How Extinction Rebellion put the world on red alert

The radical group has galvanised young and old. But in the year since it formed, what has life been like inside the movement? In the last week alone, members of Extinction Rebellion have been described as ecoradicals ignoring our economic doom (Times), a bloody mess (Daily Telegraph). They have been accused of tried to paint the Treasury red using 1,800 litres of fake blood and an old fire engine with a sign reading stop funding climate death. While its actions may seem controversial in some quarters, Extinction Rebellions rise and influence have undoubtedly been extraordinary, galvanising young and old across party lines. Last October, the journalist and activist George Monbiot introduced the group in the national press, a homegrown movement …

That Viral ‘Gyro Drop’ Ride Was Fake. Here’s How You Can Tell

As this very popular video was making the rounds on social media, the average comment was something like this: WHAT!? That amusement park ride is CRAZY! I would never ride on that. Wait! On the way down, the humans travel at a speed of about 18 m/s. Then, at the end of the line, they get pulled back up with a speed of 16 m/s (about the same as down). This change in speed (from down to up) happens over a time interval of about 0.2 seconds or less. That would put the stopping acceleration at 170 m/s2, or about 17.3 g's. Note: Fighter jets pull about 9 g's for very short periods of time. OK, now for the next …

The WIRED Guide to Aliens

It’s late on a clear night. You’re driving down a winding county highway—no headlights for miles—and you steer the car over to the shoulder. You get out, wait for the dome light to blink off, and actually look up at that sky for the first time in a while. The stars shine down in patterns humans have tried to make sense of for millennia. There are so many of them, each a slightly or much bigger or smaller version of the sun, burning very far away. Whoa, you think. Around most of them, planets orbit, slightly or much bigger or smaller versions of those in our solar system. Also whoa, you think. You’re being ridiculous: Nobody’s going to answer you …

A cold-water cure? My weekend with the Ice Man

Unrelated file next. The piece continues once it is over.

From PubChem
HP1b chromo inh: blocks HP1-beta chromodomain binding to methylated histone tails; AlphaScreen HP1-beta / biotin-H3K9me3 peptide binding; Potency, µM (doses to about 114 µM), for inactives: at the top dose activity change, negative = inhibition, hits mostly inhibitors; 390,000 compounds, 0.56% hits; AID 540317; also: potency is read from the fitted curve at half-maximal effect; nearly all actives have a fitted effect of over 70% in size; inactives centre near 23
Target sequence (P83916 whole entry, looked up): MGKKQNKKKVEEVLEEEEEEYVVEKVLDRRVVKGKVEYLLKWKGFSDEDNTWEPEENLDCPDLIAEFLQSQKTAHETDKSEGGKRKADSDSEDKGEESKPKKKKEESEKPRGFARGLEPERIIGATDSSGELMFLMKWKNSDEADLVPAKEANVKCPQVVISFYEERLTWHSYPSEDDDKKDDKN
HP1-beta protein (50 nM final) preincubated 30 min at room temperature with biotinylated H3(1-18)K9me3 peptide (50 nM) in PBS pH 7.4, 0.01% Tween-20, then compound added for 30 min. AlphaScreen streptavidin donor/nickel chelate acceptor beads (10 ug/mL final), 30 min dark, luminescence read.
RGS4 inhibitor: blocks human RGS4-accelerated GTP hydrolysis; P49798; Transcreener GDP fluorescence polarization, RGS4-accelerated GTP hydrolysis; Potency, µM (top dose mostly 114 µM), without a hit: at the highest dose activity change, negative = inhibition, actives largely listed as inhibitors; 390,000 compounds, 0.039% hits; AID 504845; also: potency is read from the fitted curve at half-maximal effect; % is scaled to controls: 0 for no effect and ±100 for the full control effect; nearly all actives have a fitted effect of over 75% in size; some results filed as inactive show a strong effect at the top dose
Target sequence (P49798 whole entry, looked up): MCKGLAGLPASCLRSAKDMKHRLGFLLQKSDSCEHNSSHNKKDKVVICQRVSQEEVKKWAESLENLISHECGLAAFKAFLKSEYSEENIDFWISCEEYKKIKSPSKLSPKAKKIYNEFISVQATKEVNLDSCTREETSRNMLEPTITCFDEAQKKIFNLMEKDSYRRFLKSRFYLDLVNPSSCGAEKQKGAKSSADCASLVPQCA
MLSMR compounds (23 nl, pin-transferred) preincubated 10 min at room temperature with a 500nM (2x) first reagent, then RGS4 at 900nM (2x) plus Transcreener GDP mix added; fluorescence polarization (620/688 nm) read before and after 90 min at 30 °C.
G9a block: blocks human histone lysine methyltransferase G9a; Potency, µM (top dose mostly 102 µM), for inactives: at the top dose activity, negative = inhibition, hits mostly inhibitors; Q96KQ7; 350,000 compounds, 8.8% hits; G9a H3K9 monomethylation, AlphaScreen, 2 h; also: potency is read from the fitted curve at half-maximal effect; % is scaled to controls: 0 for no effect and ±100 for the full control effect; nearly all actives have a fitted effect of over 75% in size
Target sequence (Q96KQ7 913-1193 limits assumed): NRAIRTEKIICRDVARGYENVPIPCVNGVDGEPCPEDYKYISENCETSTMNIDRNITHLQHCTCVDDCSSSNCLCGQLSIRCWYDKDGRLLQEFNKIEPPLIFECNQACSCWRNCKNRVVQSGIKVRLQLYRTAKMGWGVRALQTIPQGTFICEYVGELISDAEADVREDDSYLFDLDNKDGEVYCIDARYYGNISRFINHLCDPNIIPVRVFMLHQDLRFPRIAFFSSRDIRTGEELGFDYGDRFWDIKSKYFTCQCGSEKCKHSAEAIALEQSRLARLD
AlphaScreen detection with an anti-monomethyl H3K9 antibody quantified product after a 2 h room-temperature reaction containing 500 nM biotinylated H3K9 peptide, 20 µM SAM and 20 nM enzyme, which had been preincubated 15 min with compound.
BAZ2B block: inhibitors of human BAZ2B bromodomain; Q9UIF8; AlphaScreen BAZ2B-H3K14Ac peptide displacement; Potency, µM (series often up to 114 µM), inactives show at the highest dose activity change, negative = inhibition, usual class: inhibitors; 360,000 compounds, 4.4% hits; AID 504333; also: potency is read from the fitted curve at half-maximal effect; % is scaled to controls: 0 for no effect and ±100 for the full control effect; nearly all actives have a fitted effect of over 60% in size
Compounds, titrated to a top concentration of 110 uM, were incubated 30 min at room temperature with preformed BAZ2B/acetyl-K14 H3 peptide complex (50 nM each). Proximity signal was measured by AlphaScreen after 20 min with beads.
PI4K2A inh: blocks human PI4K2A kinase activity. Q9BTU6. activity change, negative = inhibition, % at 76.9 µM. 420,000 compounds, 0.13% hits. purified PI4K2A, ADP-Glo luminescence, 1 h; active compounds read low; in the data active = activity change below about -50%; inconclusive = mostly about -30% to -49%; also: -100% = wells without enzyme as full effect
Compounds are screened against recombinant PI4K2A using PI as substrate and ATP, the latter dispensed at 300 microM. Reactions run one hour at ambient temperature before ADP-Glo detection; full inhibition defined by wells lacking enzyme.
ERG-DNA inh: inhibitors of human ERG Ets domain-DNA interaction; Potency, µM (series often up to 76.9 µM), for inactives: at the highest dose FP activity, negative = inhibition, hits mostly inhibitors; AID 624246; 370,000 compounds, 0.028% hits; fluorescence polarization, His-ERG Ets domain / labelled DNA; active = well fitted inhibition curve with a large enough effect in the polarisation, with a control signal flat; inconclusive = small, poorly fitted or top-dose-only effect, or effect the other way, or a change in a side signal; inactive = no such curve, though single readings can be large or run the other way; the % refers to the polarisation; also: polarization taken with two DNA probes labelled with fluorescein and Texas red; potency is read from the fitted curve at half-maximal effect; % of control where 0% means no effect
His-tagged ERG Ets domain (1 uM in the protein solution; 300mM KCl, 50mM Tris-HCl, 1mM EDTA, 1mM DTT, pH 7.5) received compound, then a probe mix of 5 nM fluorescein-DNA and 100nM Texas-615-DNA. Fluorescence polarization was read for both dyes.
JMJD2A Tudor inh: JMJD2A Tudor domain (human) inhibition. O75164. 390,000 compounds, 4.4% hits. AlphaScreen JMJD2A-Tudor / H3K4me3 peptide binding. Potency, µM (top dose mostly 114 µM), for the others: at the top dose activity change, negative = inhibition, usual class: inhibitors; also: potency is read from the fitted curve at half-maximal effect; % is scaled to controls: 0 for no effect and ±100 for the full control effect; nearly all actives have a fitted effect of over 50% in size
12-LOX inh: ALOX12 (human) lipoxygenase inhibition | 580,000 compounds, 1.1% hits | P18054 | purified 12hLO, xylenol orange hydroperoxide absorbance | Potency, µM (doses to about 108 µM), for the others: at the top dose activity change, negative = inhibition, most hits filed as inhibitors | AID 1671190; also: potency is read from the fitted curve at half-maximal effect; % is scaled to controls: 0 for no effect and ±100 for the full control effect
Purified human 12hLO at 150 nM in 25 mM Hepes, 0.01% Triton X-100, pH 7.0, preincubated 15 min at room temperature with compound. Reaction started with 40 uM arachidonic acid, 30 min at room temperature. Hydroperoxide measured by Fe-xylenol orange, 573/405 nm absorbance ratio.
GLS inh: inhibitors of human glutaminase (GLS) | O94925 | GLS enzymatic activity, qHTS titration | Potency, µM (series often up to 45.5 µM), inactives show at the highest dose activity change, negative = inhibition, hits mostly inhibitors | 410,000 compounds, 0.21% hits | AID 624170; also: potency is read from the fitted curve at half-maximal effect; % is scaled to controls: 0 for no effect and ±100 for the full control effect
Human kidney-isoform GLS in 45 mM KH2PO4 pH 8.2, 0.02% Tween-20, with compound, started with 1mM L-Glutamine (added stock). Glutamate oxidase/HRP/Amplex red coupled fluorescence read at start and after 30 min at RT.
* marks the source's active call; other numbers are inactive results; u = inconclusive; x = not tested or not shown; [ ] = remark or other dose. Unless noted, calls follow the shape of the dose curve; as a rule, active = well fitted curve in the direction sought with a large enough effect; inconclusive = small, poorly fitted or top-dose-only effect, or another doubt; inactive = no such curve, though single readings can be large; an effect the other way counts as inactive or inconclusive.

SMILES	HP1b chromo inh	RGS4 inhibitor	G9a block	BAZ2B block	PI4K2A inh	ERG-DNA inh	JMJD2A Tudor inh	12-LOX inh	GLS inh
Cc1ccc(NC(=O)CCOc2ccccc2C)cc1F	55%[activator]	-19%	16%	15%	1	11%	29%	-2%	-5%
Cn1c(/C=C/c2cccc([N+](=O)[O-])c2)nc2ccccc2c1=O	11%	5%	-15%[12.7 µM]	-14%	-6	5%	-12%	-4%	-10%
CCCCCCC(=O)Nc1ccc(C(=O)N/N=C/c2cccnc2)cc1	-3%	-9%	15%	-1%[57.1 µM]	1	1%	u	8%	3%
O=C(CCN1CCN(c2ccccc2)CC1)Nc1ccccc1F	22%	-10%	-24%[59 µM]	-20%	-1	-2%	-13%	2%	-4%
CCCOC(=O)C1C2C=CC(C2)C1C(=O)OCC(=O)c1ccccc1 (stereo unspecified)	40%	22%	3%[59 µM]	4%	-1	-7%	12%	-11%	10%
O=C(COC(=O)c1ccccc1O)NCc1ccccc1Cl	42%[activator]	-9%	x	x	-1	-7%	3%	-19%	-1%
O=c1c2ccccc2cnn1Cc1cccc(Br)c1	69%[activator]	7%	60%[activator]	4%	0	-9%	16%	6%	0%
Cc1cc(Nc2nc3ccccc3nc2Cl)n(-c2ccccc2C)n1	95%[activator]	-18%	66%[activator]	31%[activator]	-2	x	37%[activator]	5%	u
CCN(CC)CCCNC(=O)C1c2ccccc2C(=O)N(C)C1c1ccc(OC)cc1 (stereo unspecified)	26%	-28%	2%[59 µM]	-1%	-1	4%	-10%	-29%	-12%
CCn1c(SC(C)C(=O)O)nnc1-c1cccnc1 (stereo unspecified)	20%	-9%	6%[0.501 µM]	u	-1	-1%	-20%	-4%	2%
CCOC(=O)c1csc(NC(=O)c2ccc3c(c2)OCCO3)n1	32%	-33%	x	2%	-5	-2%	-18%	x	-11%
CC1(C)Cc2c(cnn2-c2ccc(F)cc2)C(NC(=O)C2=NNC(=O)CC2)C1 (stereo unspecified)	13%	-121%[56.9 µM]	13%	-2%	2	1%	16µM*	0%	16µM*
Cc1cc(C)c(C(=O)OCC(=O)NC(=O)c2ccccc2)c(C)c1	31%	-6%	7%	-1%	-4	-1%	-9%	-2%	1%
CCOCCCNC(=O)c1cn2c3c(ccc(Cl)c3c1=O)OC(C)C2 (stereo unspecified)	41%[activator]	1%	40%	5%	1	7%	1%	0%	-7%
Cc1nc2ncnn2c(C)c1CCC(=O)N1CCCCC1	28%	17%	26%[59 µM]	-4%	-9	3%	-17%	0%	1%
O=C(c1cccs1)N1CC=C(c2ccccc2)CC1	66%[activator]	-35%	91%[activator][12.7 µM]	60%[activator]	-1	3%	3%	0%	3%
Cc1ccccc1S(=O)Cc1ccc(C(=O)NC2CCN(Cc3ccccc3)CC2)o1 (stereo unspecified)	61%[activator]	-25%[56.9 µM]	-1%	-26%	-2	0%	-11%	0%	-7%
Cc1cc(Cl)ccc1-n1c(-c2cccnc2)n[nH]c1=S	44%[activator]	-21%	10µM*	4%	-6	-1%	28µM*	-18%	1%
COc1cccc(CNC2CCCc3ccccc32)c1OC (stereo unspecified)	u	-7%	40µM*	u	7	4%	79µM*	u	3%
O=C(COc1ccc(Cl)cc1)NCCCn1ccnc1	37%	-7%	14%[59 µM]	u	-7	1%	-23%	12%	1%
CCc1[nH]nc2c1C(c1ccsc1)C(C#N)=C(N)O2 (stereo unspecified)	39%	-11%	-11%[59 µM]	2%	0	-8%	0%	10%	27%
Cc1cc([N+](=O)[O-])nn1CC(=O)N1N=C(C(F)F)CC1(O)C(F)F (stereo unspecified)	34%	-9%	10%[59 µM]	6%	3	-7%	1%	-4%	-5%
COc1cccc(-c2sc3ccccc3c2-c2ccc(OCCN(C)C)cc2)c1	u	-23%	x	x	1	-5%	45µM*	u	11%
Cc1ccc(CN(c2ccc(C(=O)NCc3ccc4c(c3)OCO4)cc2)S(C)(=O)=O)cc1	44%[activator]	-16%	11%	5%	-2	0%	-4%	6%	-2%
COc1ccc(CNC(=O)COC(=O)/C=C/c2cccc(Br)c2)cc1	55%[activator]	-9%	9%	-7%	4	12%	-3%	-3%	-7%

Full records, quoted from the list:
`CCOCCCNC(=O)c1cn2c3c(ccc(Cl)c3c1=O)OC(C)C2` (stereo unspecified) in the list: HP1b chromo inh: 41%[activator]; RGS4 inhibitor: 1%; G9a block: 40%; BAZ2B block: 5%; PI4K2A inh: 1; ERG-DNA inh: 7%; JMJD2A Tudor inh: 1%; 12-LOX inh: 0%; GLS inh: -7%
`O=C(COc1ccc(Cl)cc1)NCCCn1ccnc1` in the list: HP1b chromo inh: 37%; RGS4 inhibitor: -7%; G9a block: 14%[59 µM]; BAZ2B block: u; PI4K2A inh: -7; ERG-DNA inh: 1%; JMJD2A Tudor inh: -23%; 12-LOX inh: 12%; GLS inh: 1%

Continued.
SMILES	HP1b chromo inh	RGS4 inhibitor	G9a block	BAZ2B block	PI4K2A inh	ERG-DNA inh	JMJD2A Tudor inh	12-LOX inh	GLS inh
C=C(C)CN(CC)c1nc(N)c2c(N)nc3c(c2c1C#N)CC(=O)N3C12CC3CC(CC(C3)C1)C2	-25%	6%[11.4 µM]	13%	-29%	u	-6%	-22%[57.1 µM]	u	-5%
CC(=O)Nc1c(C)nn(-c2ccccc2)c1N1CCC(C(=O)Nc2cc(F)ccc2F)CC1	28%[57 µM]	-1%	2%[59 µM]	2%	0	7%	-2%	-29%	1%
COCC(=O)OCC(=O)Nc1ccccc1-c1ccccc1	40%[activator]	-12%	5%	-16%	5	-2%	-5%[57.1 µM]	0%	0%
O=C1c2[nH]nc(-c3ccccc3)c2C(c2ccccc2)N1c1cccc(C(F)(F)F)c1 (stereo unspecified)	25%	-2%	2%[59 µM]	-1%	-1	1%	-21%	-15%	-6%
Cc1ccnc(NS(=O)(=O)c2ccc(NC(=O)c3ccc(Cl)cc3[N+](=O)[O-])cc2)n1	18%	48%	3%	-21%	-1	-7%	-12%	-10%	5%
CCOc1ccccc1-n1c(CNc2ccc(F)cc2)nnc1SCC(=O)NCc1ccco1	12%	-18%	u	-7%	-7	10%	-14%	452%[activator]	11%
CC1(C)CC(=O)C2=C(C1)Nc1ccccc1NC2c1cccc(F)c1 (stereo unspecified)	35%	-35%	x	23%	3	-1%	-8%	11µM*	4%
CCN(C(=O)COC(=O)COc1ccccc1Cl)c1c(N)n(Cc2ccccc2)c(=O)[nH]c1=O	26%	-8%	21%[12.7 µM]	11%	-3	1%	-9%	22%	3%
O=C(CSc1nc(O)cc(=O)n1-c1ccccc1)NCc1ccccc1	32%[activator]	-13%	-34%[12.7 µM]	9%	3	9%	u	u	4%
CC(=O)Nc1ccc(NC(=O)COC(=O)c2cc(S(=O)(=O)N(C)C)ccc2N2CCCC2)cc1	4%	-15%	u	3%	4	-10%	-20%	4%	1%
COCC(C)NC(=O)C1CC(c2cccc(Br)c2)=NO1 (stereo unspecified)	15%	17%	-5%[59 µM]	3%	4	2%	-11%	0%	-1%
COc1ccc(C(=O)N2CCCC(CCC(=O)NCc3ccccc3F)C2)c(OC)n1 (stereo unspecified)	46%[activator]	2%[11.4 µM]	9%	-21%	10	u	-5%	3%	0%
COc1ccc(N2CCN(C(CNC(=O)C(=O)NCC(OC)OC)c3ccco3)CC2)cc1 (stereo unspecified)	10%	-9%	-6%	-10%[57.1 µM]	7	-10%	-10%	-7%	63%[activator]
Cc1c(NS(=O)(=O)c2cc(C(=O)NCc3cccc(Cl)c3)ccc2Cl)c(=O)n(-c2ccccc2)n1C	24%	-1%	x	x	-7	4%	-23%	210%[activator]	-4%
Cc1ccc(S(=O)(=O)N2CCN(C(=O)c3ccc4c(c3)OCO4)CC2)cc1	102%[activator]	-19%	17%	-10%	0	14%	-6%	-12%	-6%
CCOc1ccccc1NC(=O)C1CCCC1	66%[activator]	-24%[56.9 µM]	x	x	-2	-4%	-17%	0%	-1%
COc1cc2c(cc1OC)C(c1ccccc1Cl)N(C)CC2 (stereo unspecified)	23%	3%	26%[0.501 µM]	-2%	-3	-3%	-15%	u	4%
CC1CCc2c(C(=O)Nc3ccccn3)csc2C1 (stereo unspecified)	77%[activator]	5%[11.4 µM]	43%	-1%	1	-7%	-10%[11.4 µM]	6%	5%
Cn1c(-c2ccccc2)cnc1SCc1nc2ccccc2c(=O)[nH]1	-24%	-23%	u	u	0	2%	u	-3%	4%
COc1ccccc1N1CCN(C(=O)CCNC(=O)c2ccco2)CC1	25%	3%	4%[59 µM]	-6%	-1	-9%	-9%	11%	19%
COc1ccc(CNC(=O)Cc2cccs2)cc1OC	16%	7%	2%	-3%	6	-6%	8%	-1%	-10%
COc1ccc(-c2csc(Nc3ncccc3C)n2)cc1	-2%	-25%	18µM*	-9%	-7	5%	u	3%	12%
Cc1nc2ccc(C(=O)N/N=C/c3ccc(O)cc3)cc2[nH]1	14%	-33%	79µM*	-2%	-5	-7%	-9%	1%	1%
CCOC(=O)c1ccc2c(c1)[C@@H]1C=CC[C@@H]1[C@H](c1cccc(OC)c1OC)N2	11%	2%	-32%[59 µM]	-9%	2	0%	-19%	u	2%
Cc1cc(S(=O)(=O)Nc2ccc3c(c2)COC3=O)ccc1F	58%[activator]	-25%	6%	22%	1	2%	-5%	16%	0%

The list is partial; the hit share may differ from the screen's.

Wim Hof claims cold-water immersion can help fight modern diseases. As outdoor swimming becomes ever more popular in the UK, photojournalist Jonny Weeks joined him for a weekend to experience it firsthand Look at this beautiful tree. An oak, Quercus robur. Its yelling at us, Helloooo! says Wim Hof, the doyen of cold endurance stunts, as we head across Hampstead Heath, north London, for a swim in one of the ponds. Soon hes catapulting himself into a gaping hole in its trunk, peeping out excitedly like a child. Here I am, talking to the tree, he beams. I see the tree has personality. I go in. We are one. Its alive. We are alive. Is that crazy? Bloody crazy! Yes …

Physicists Are Bewitched by Twisted Graphene’s ‘Magic Angle’

Pablo Jarillo-Herrero is channeling some of his copious energy into a morning run, dodging startled pedestrians as he zips along, gradually disappearing into the distance. He’d doubtlessly be moving even faster if he weren’t dressed in a sports coat, slacks, and dress shoes, and confined to one of the many weirdly long corridors that crisscross the campus of the Massachusetts Institute of Technology. But what he lacks in gear and roadway he makes up for in determination, driven by the knowledge that a packed auditorium is waiting for him to take the podium. Jarillo-Herrero has never been a slacker, but his activity has jumped several levels since his dramatic announcement in March 2018 that his lab at MIT had found …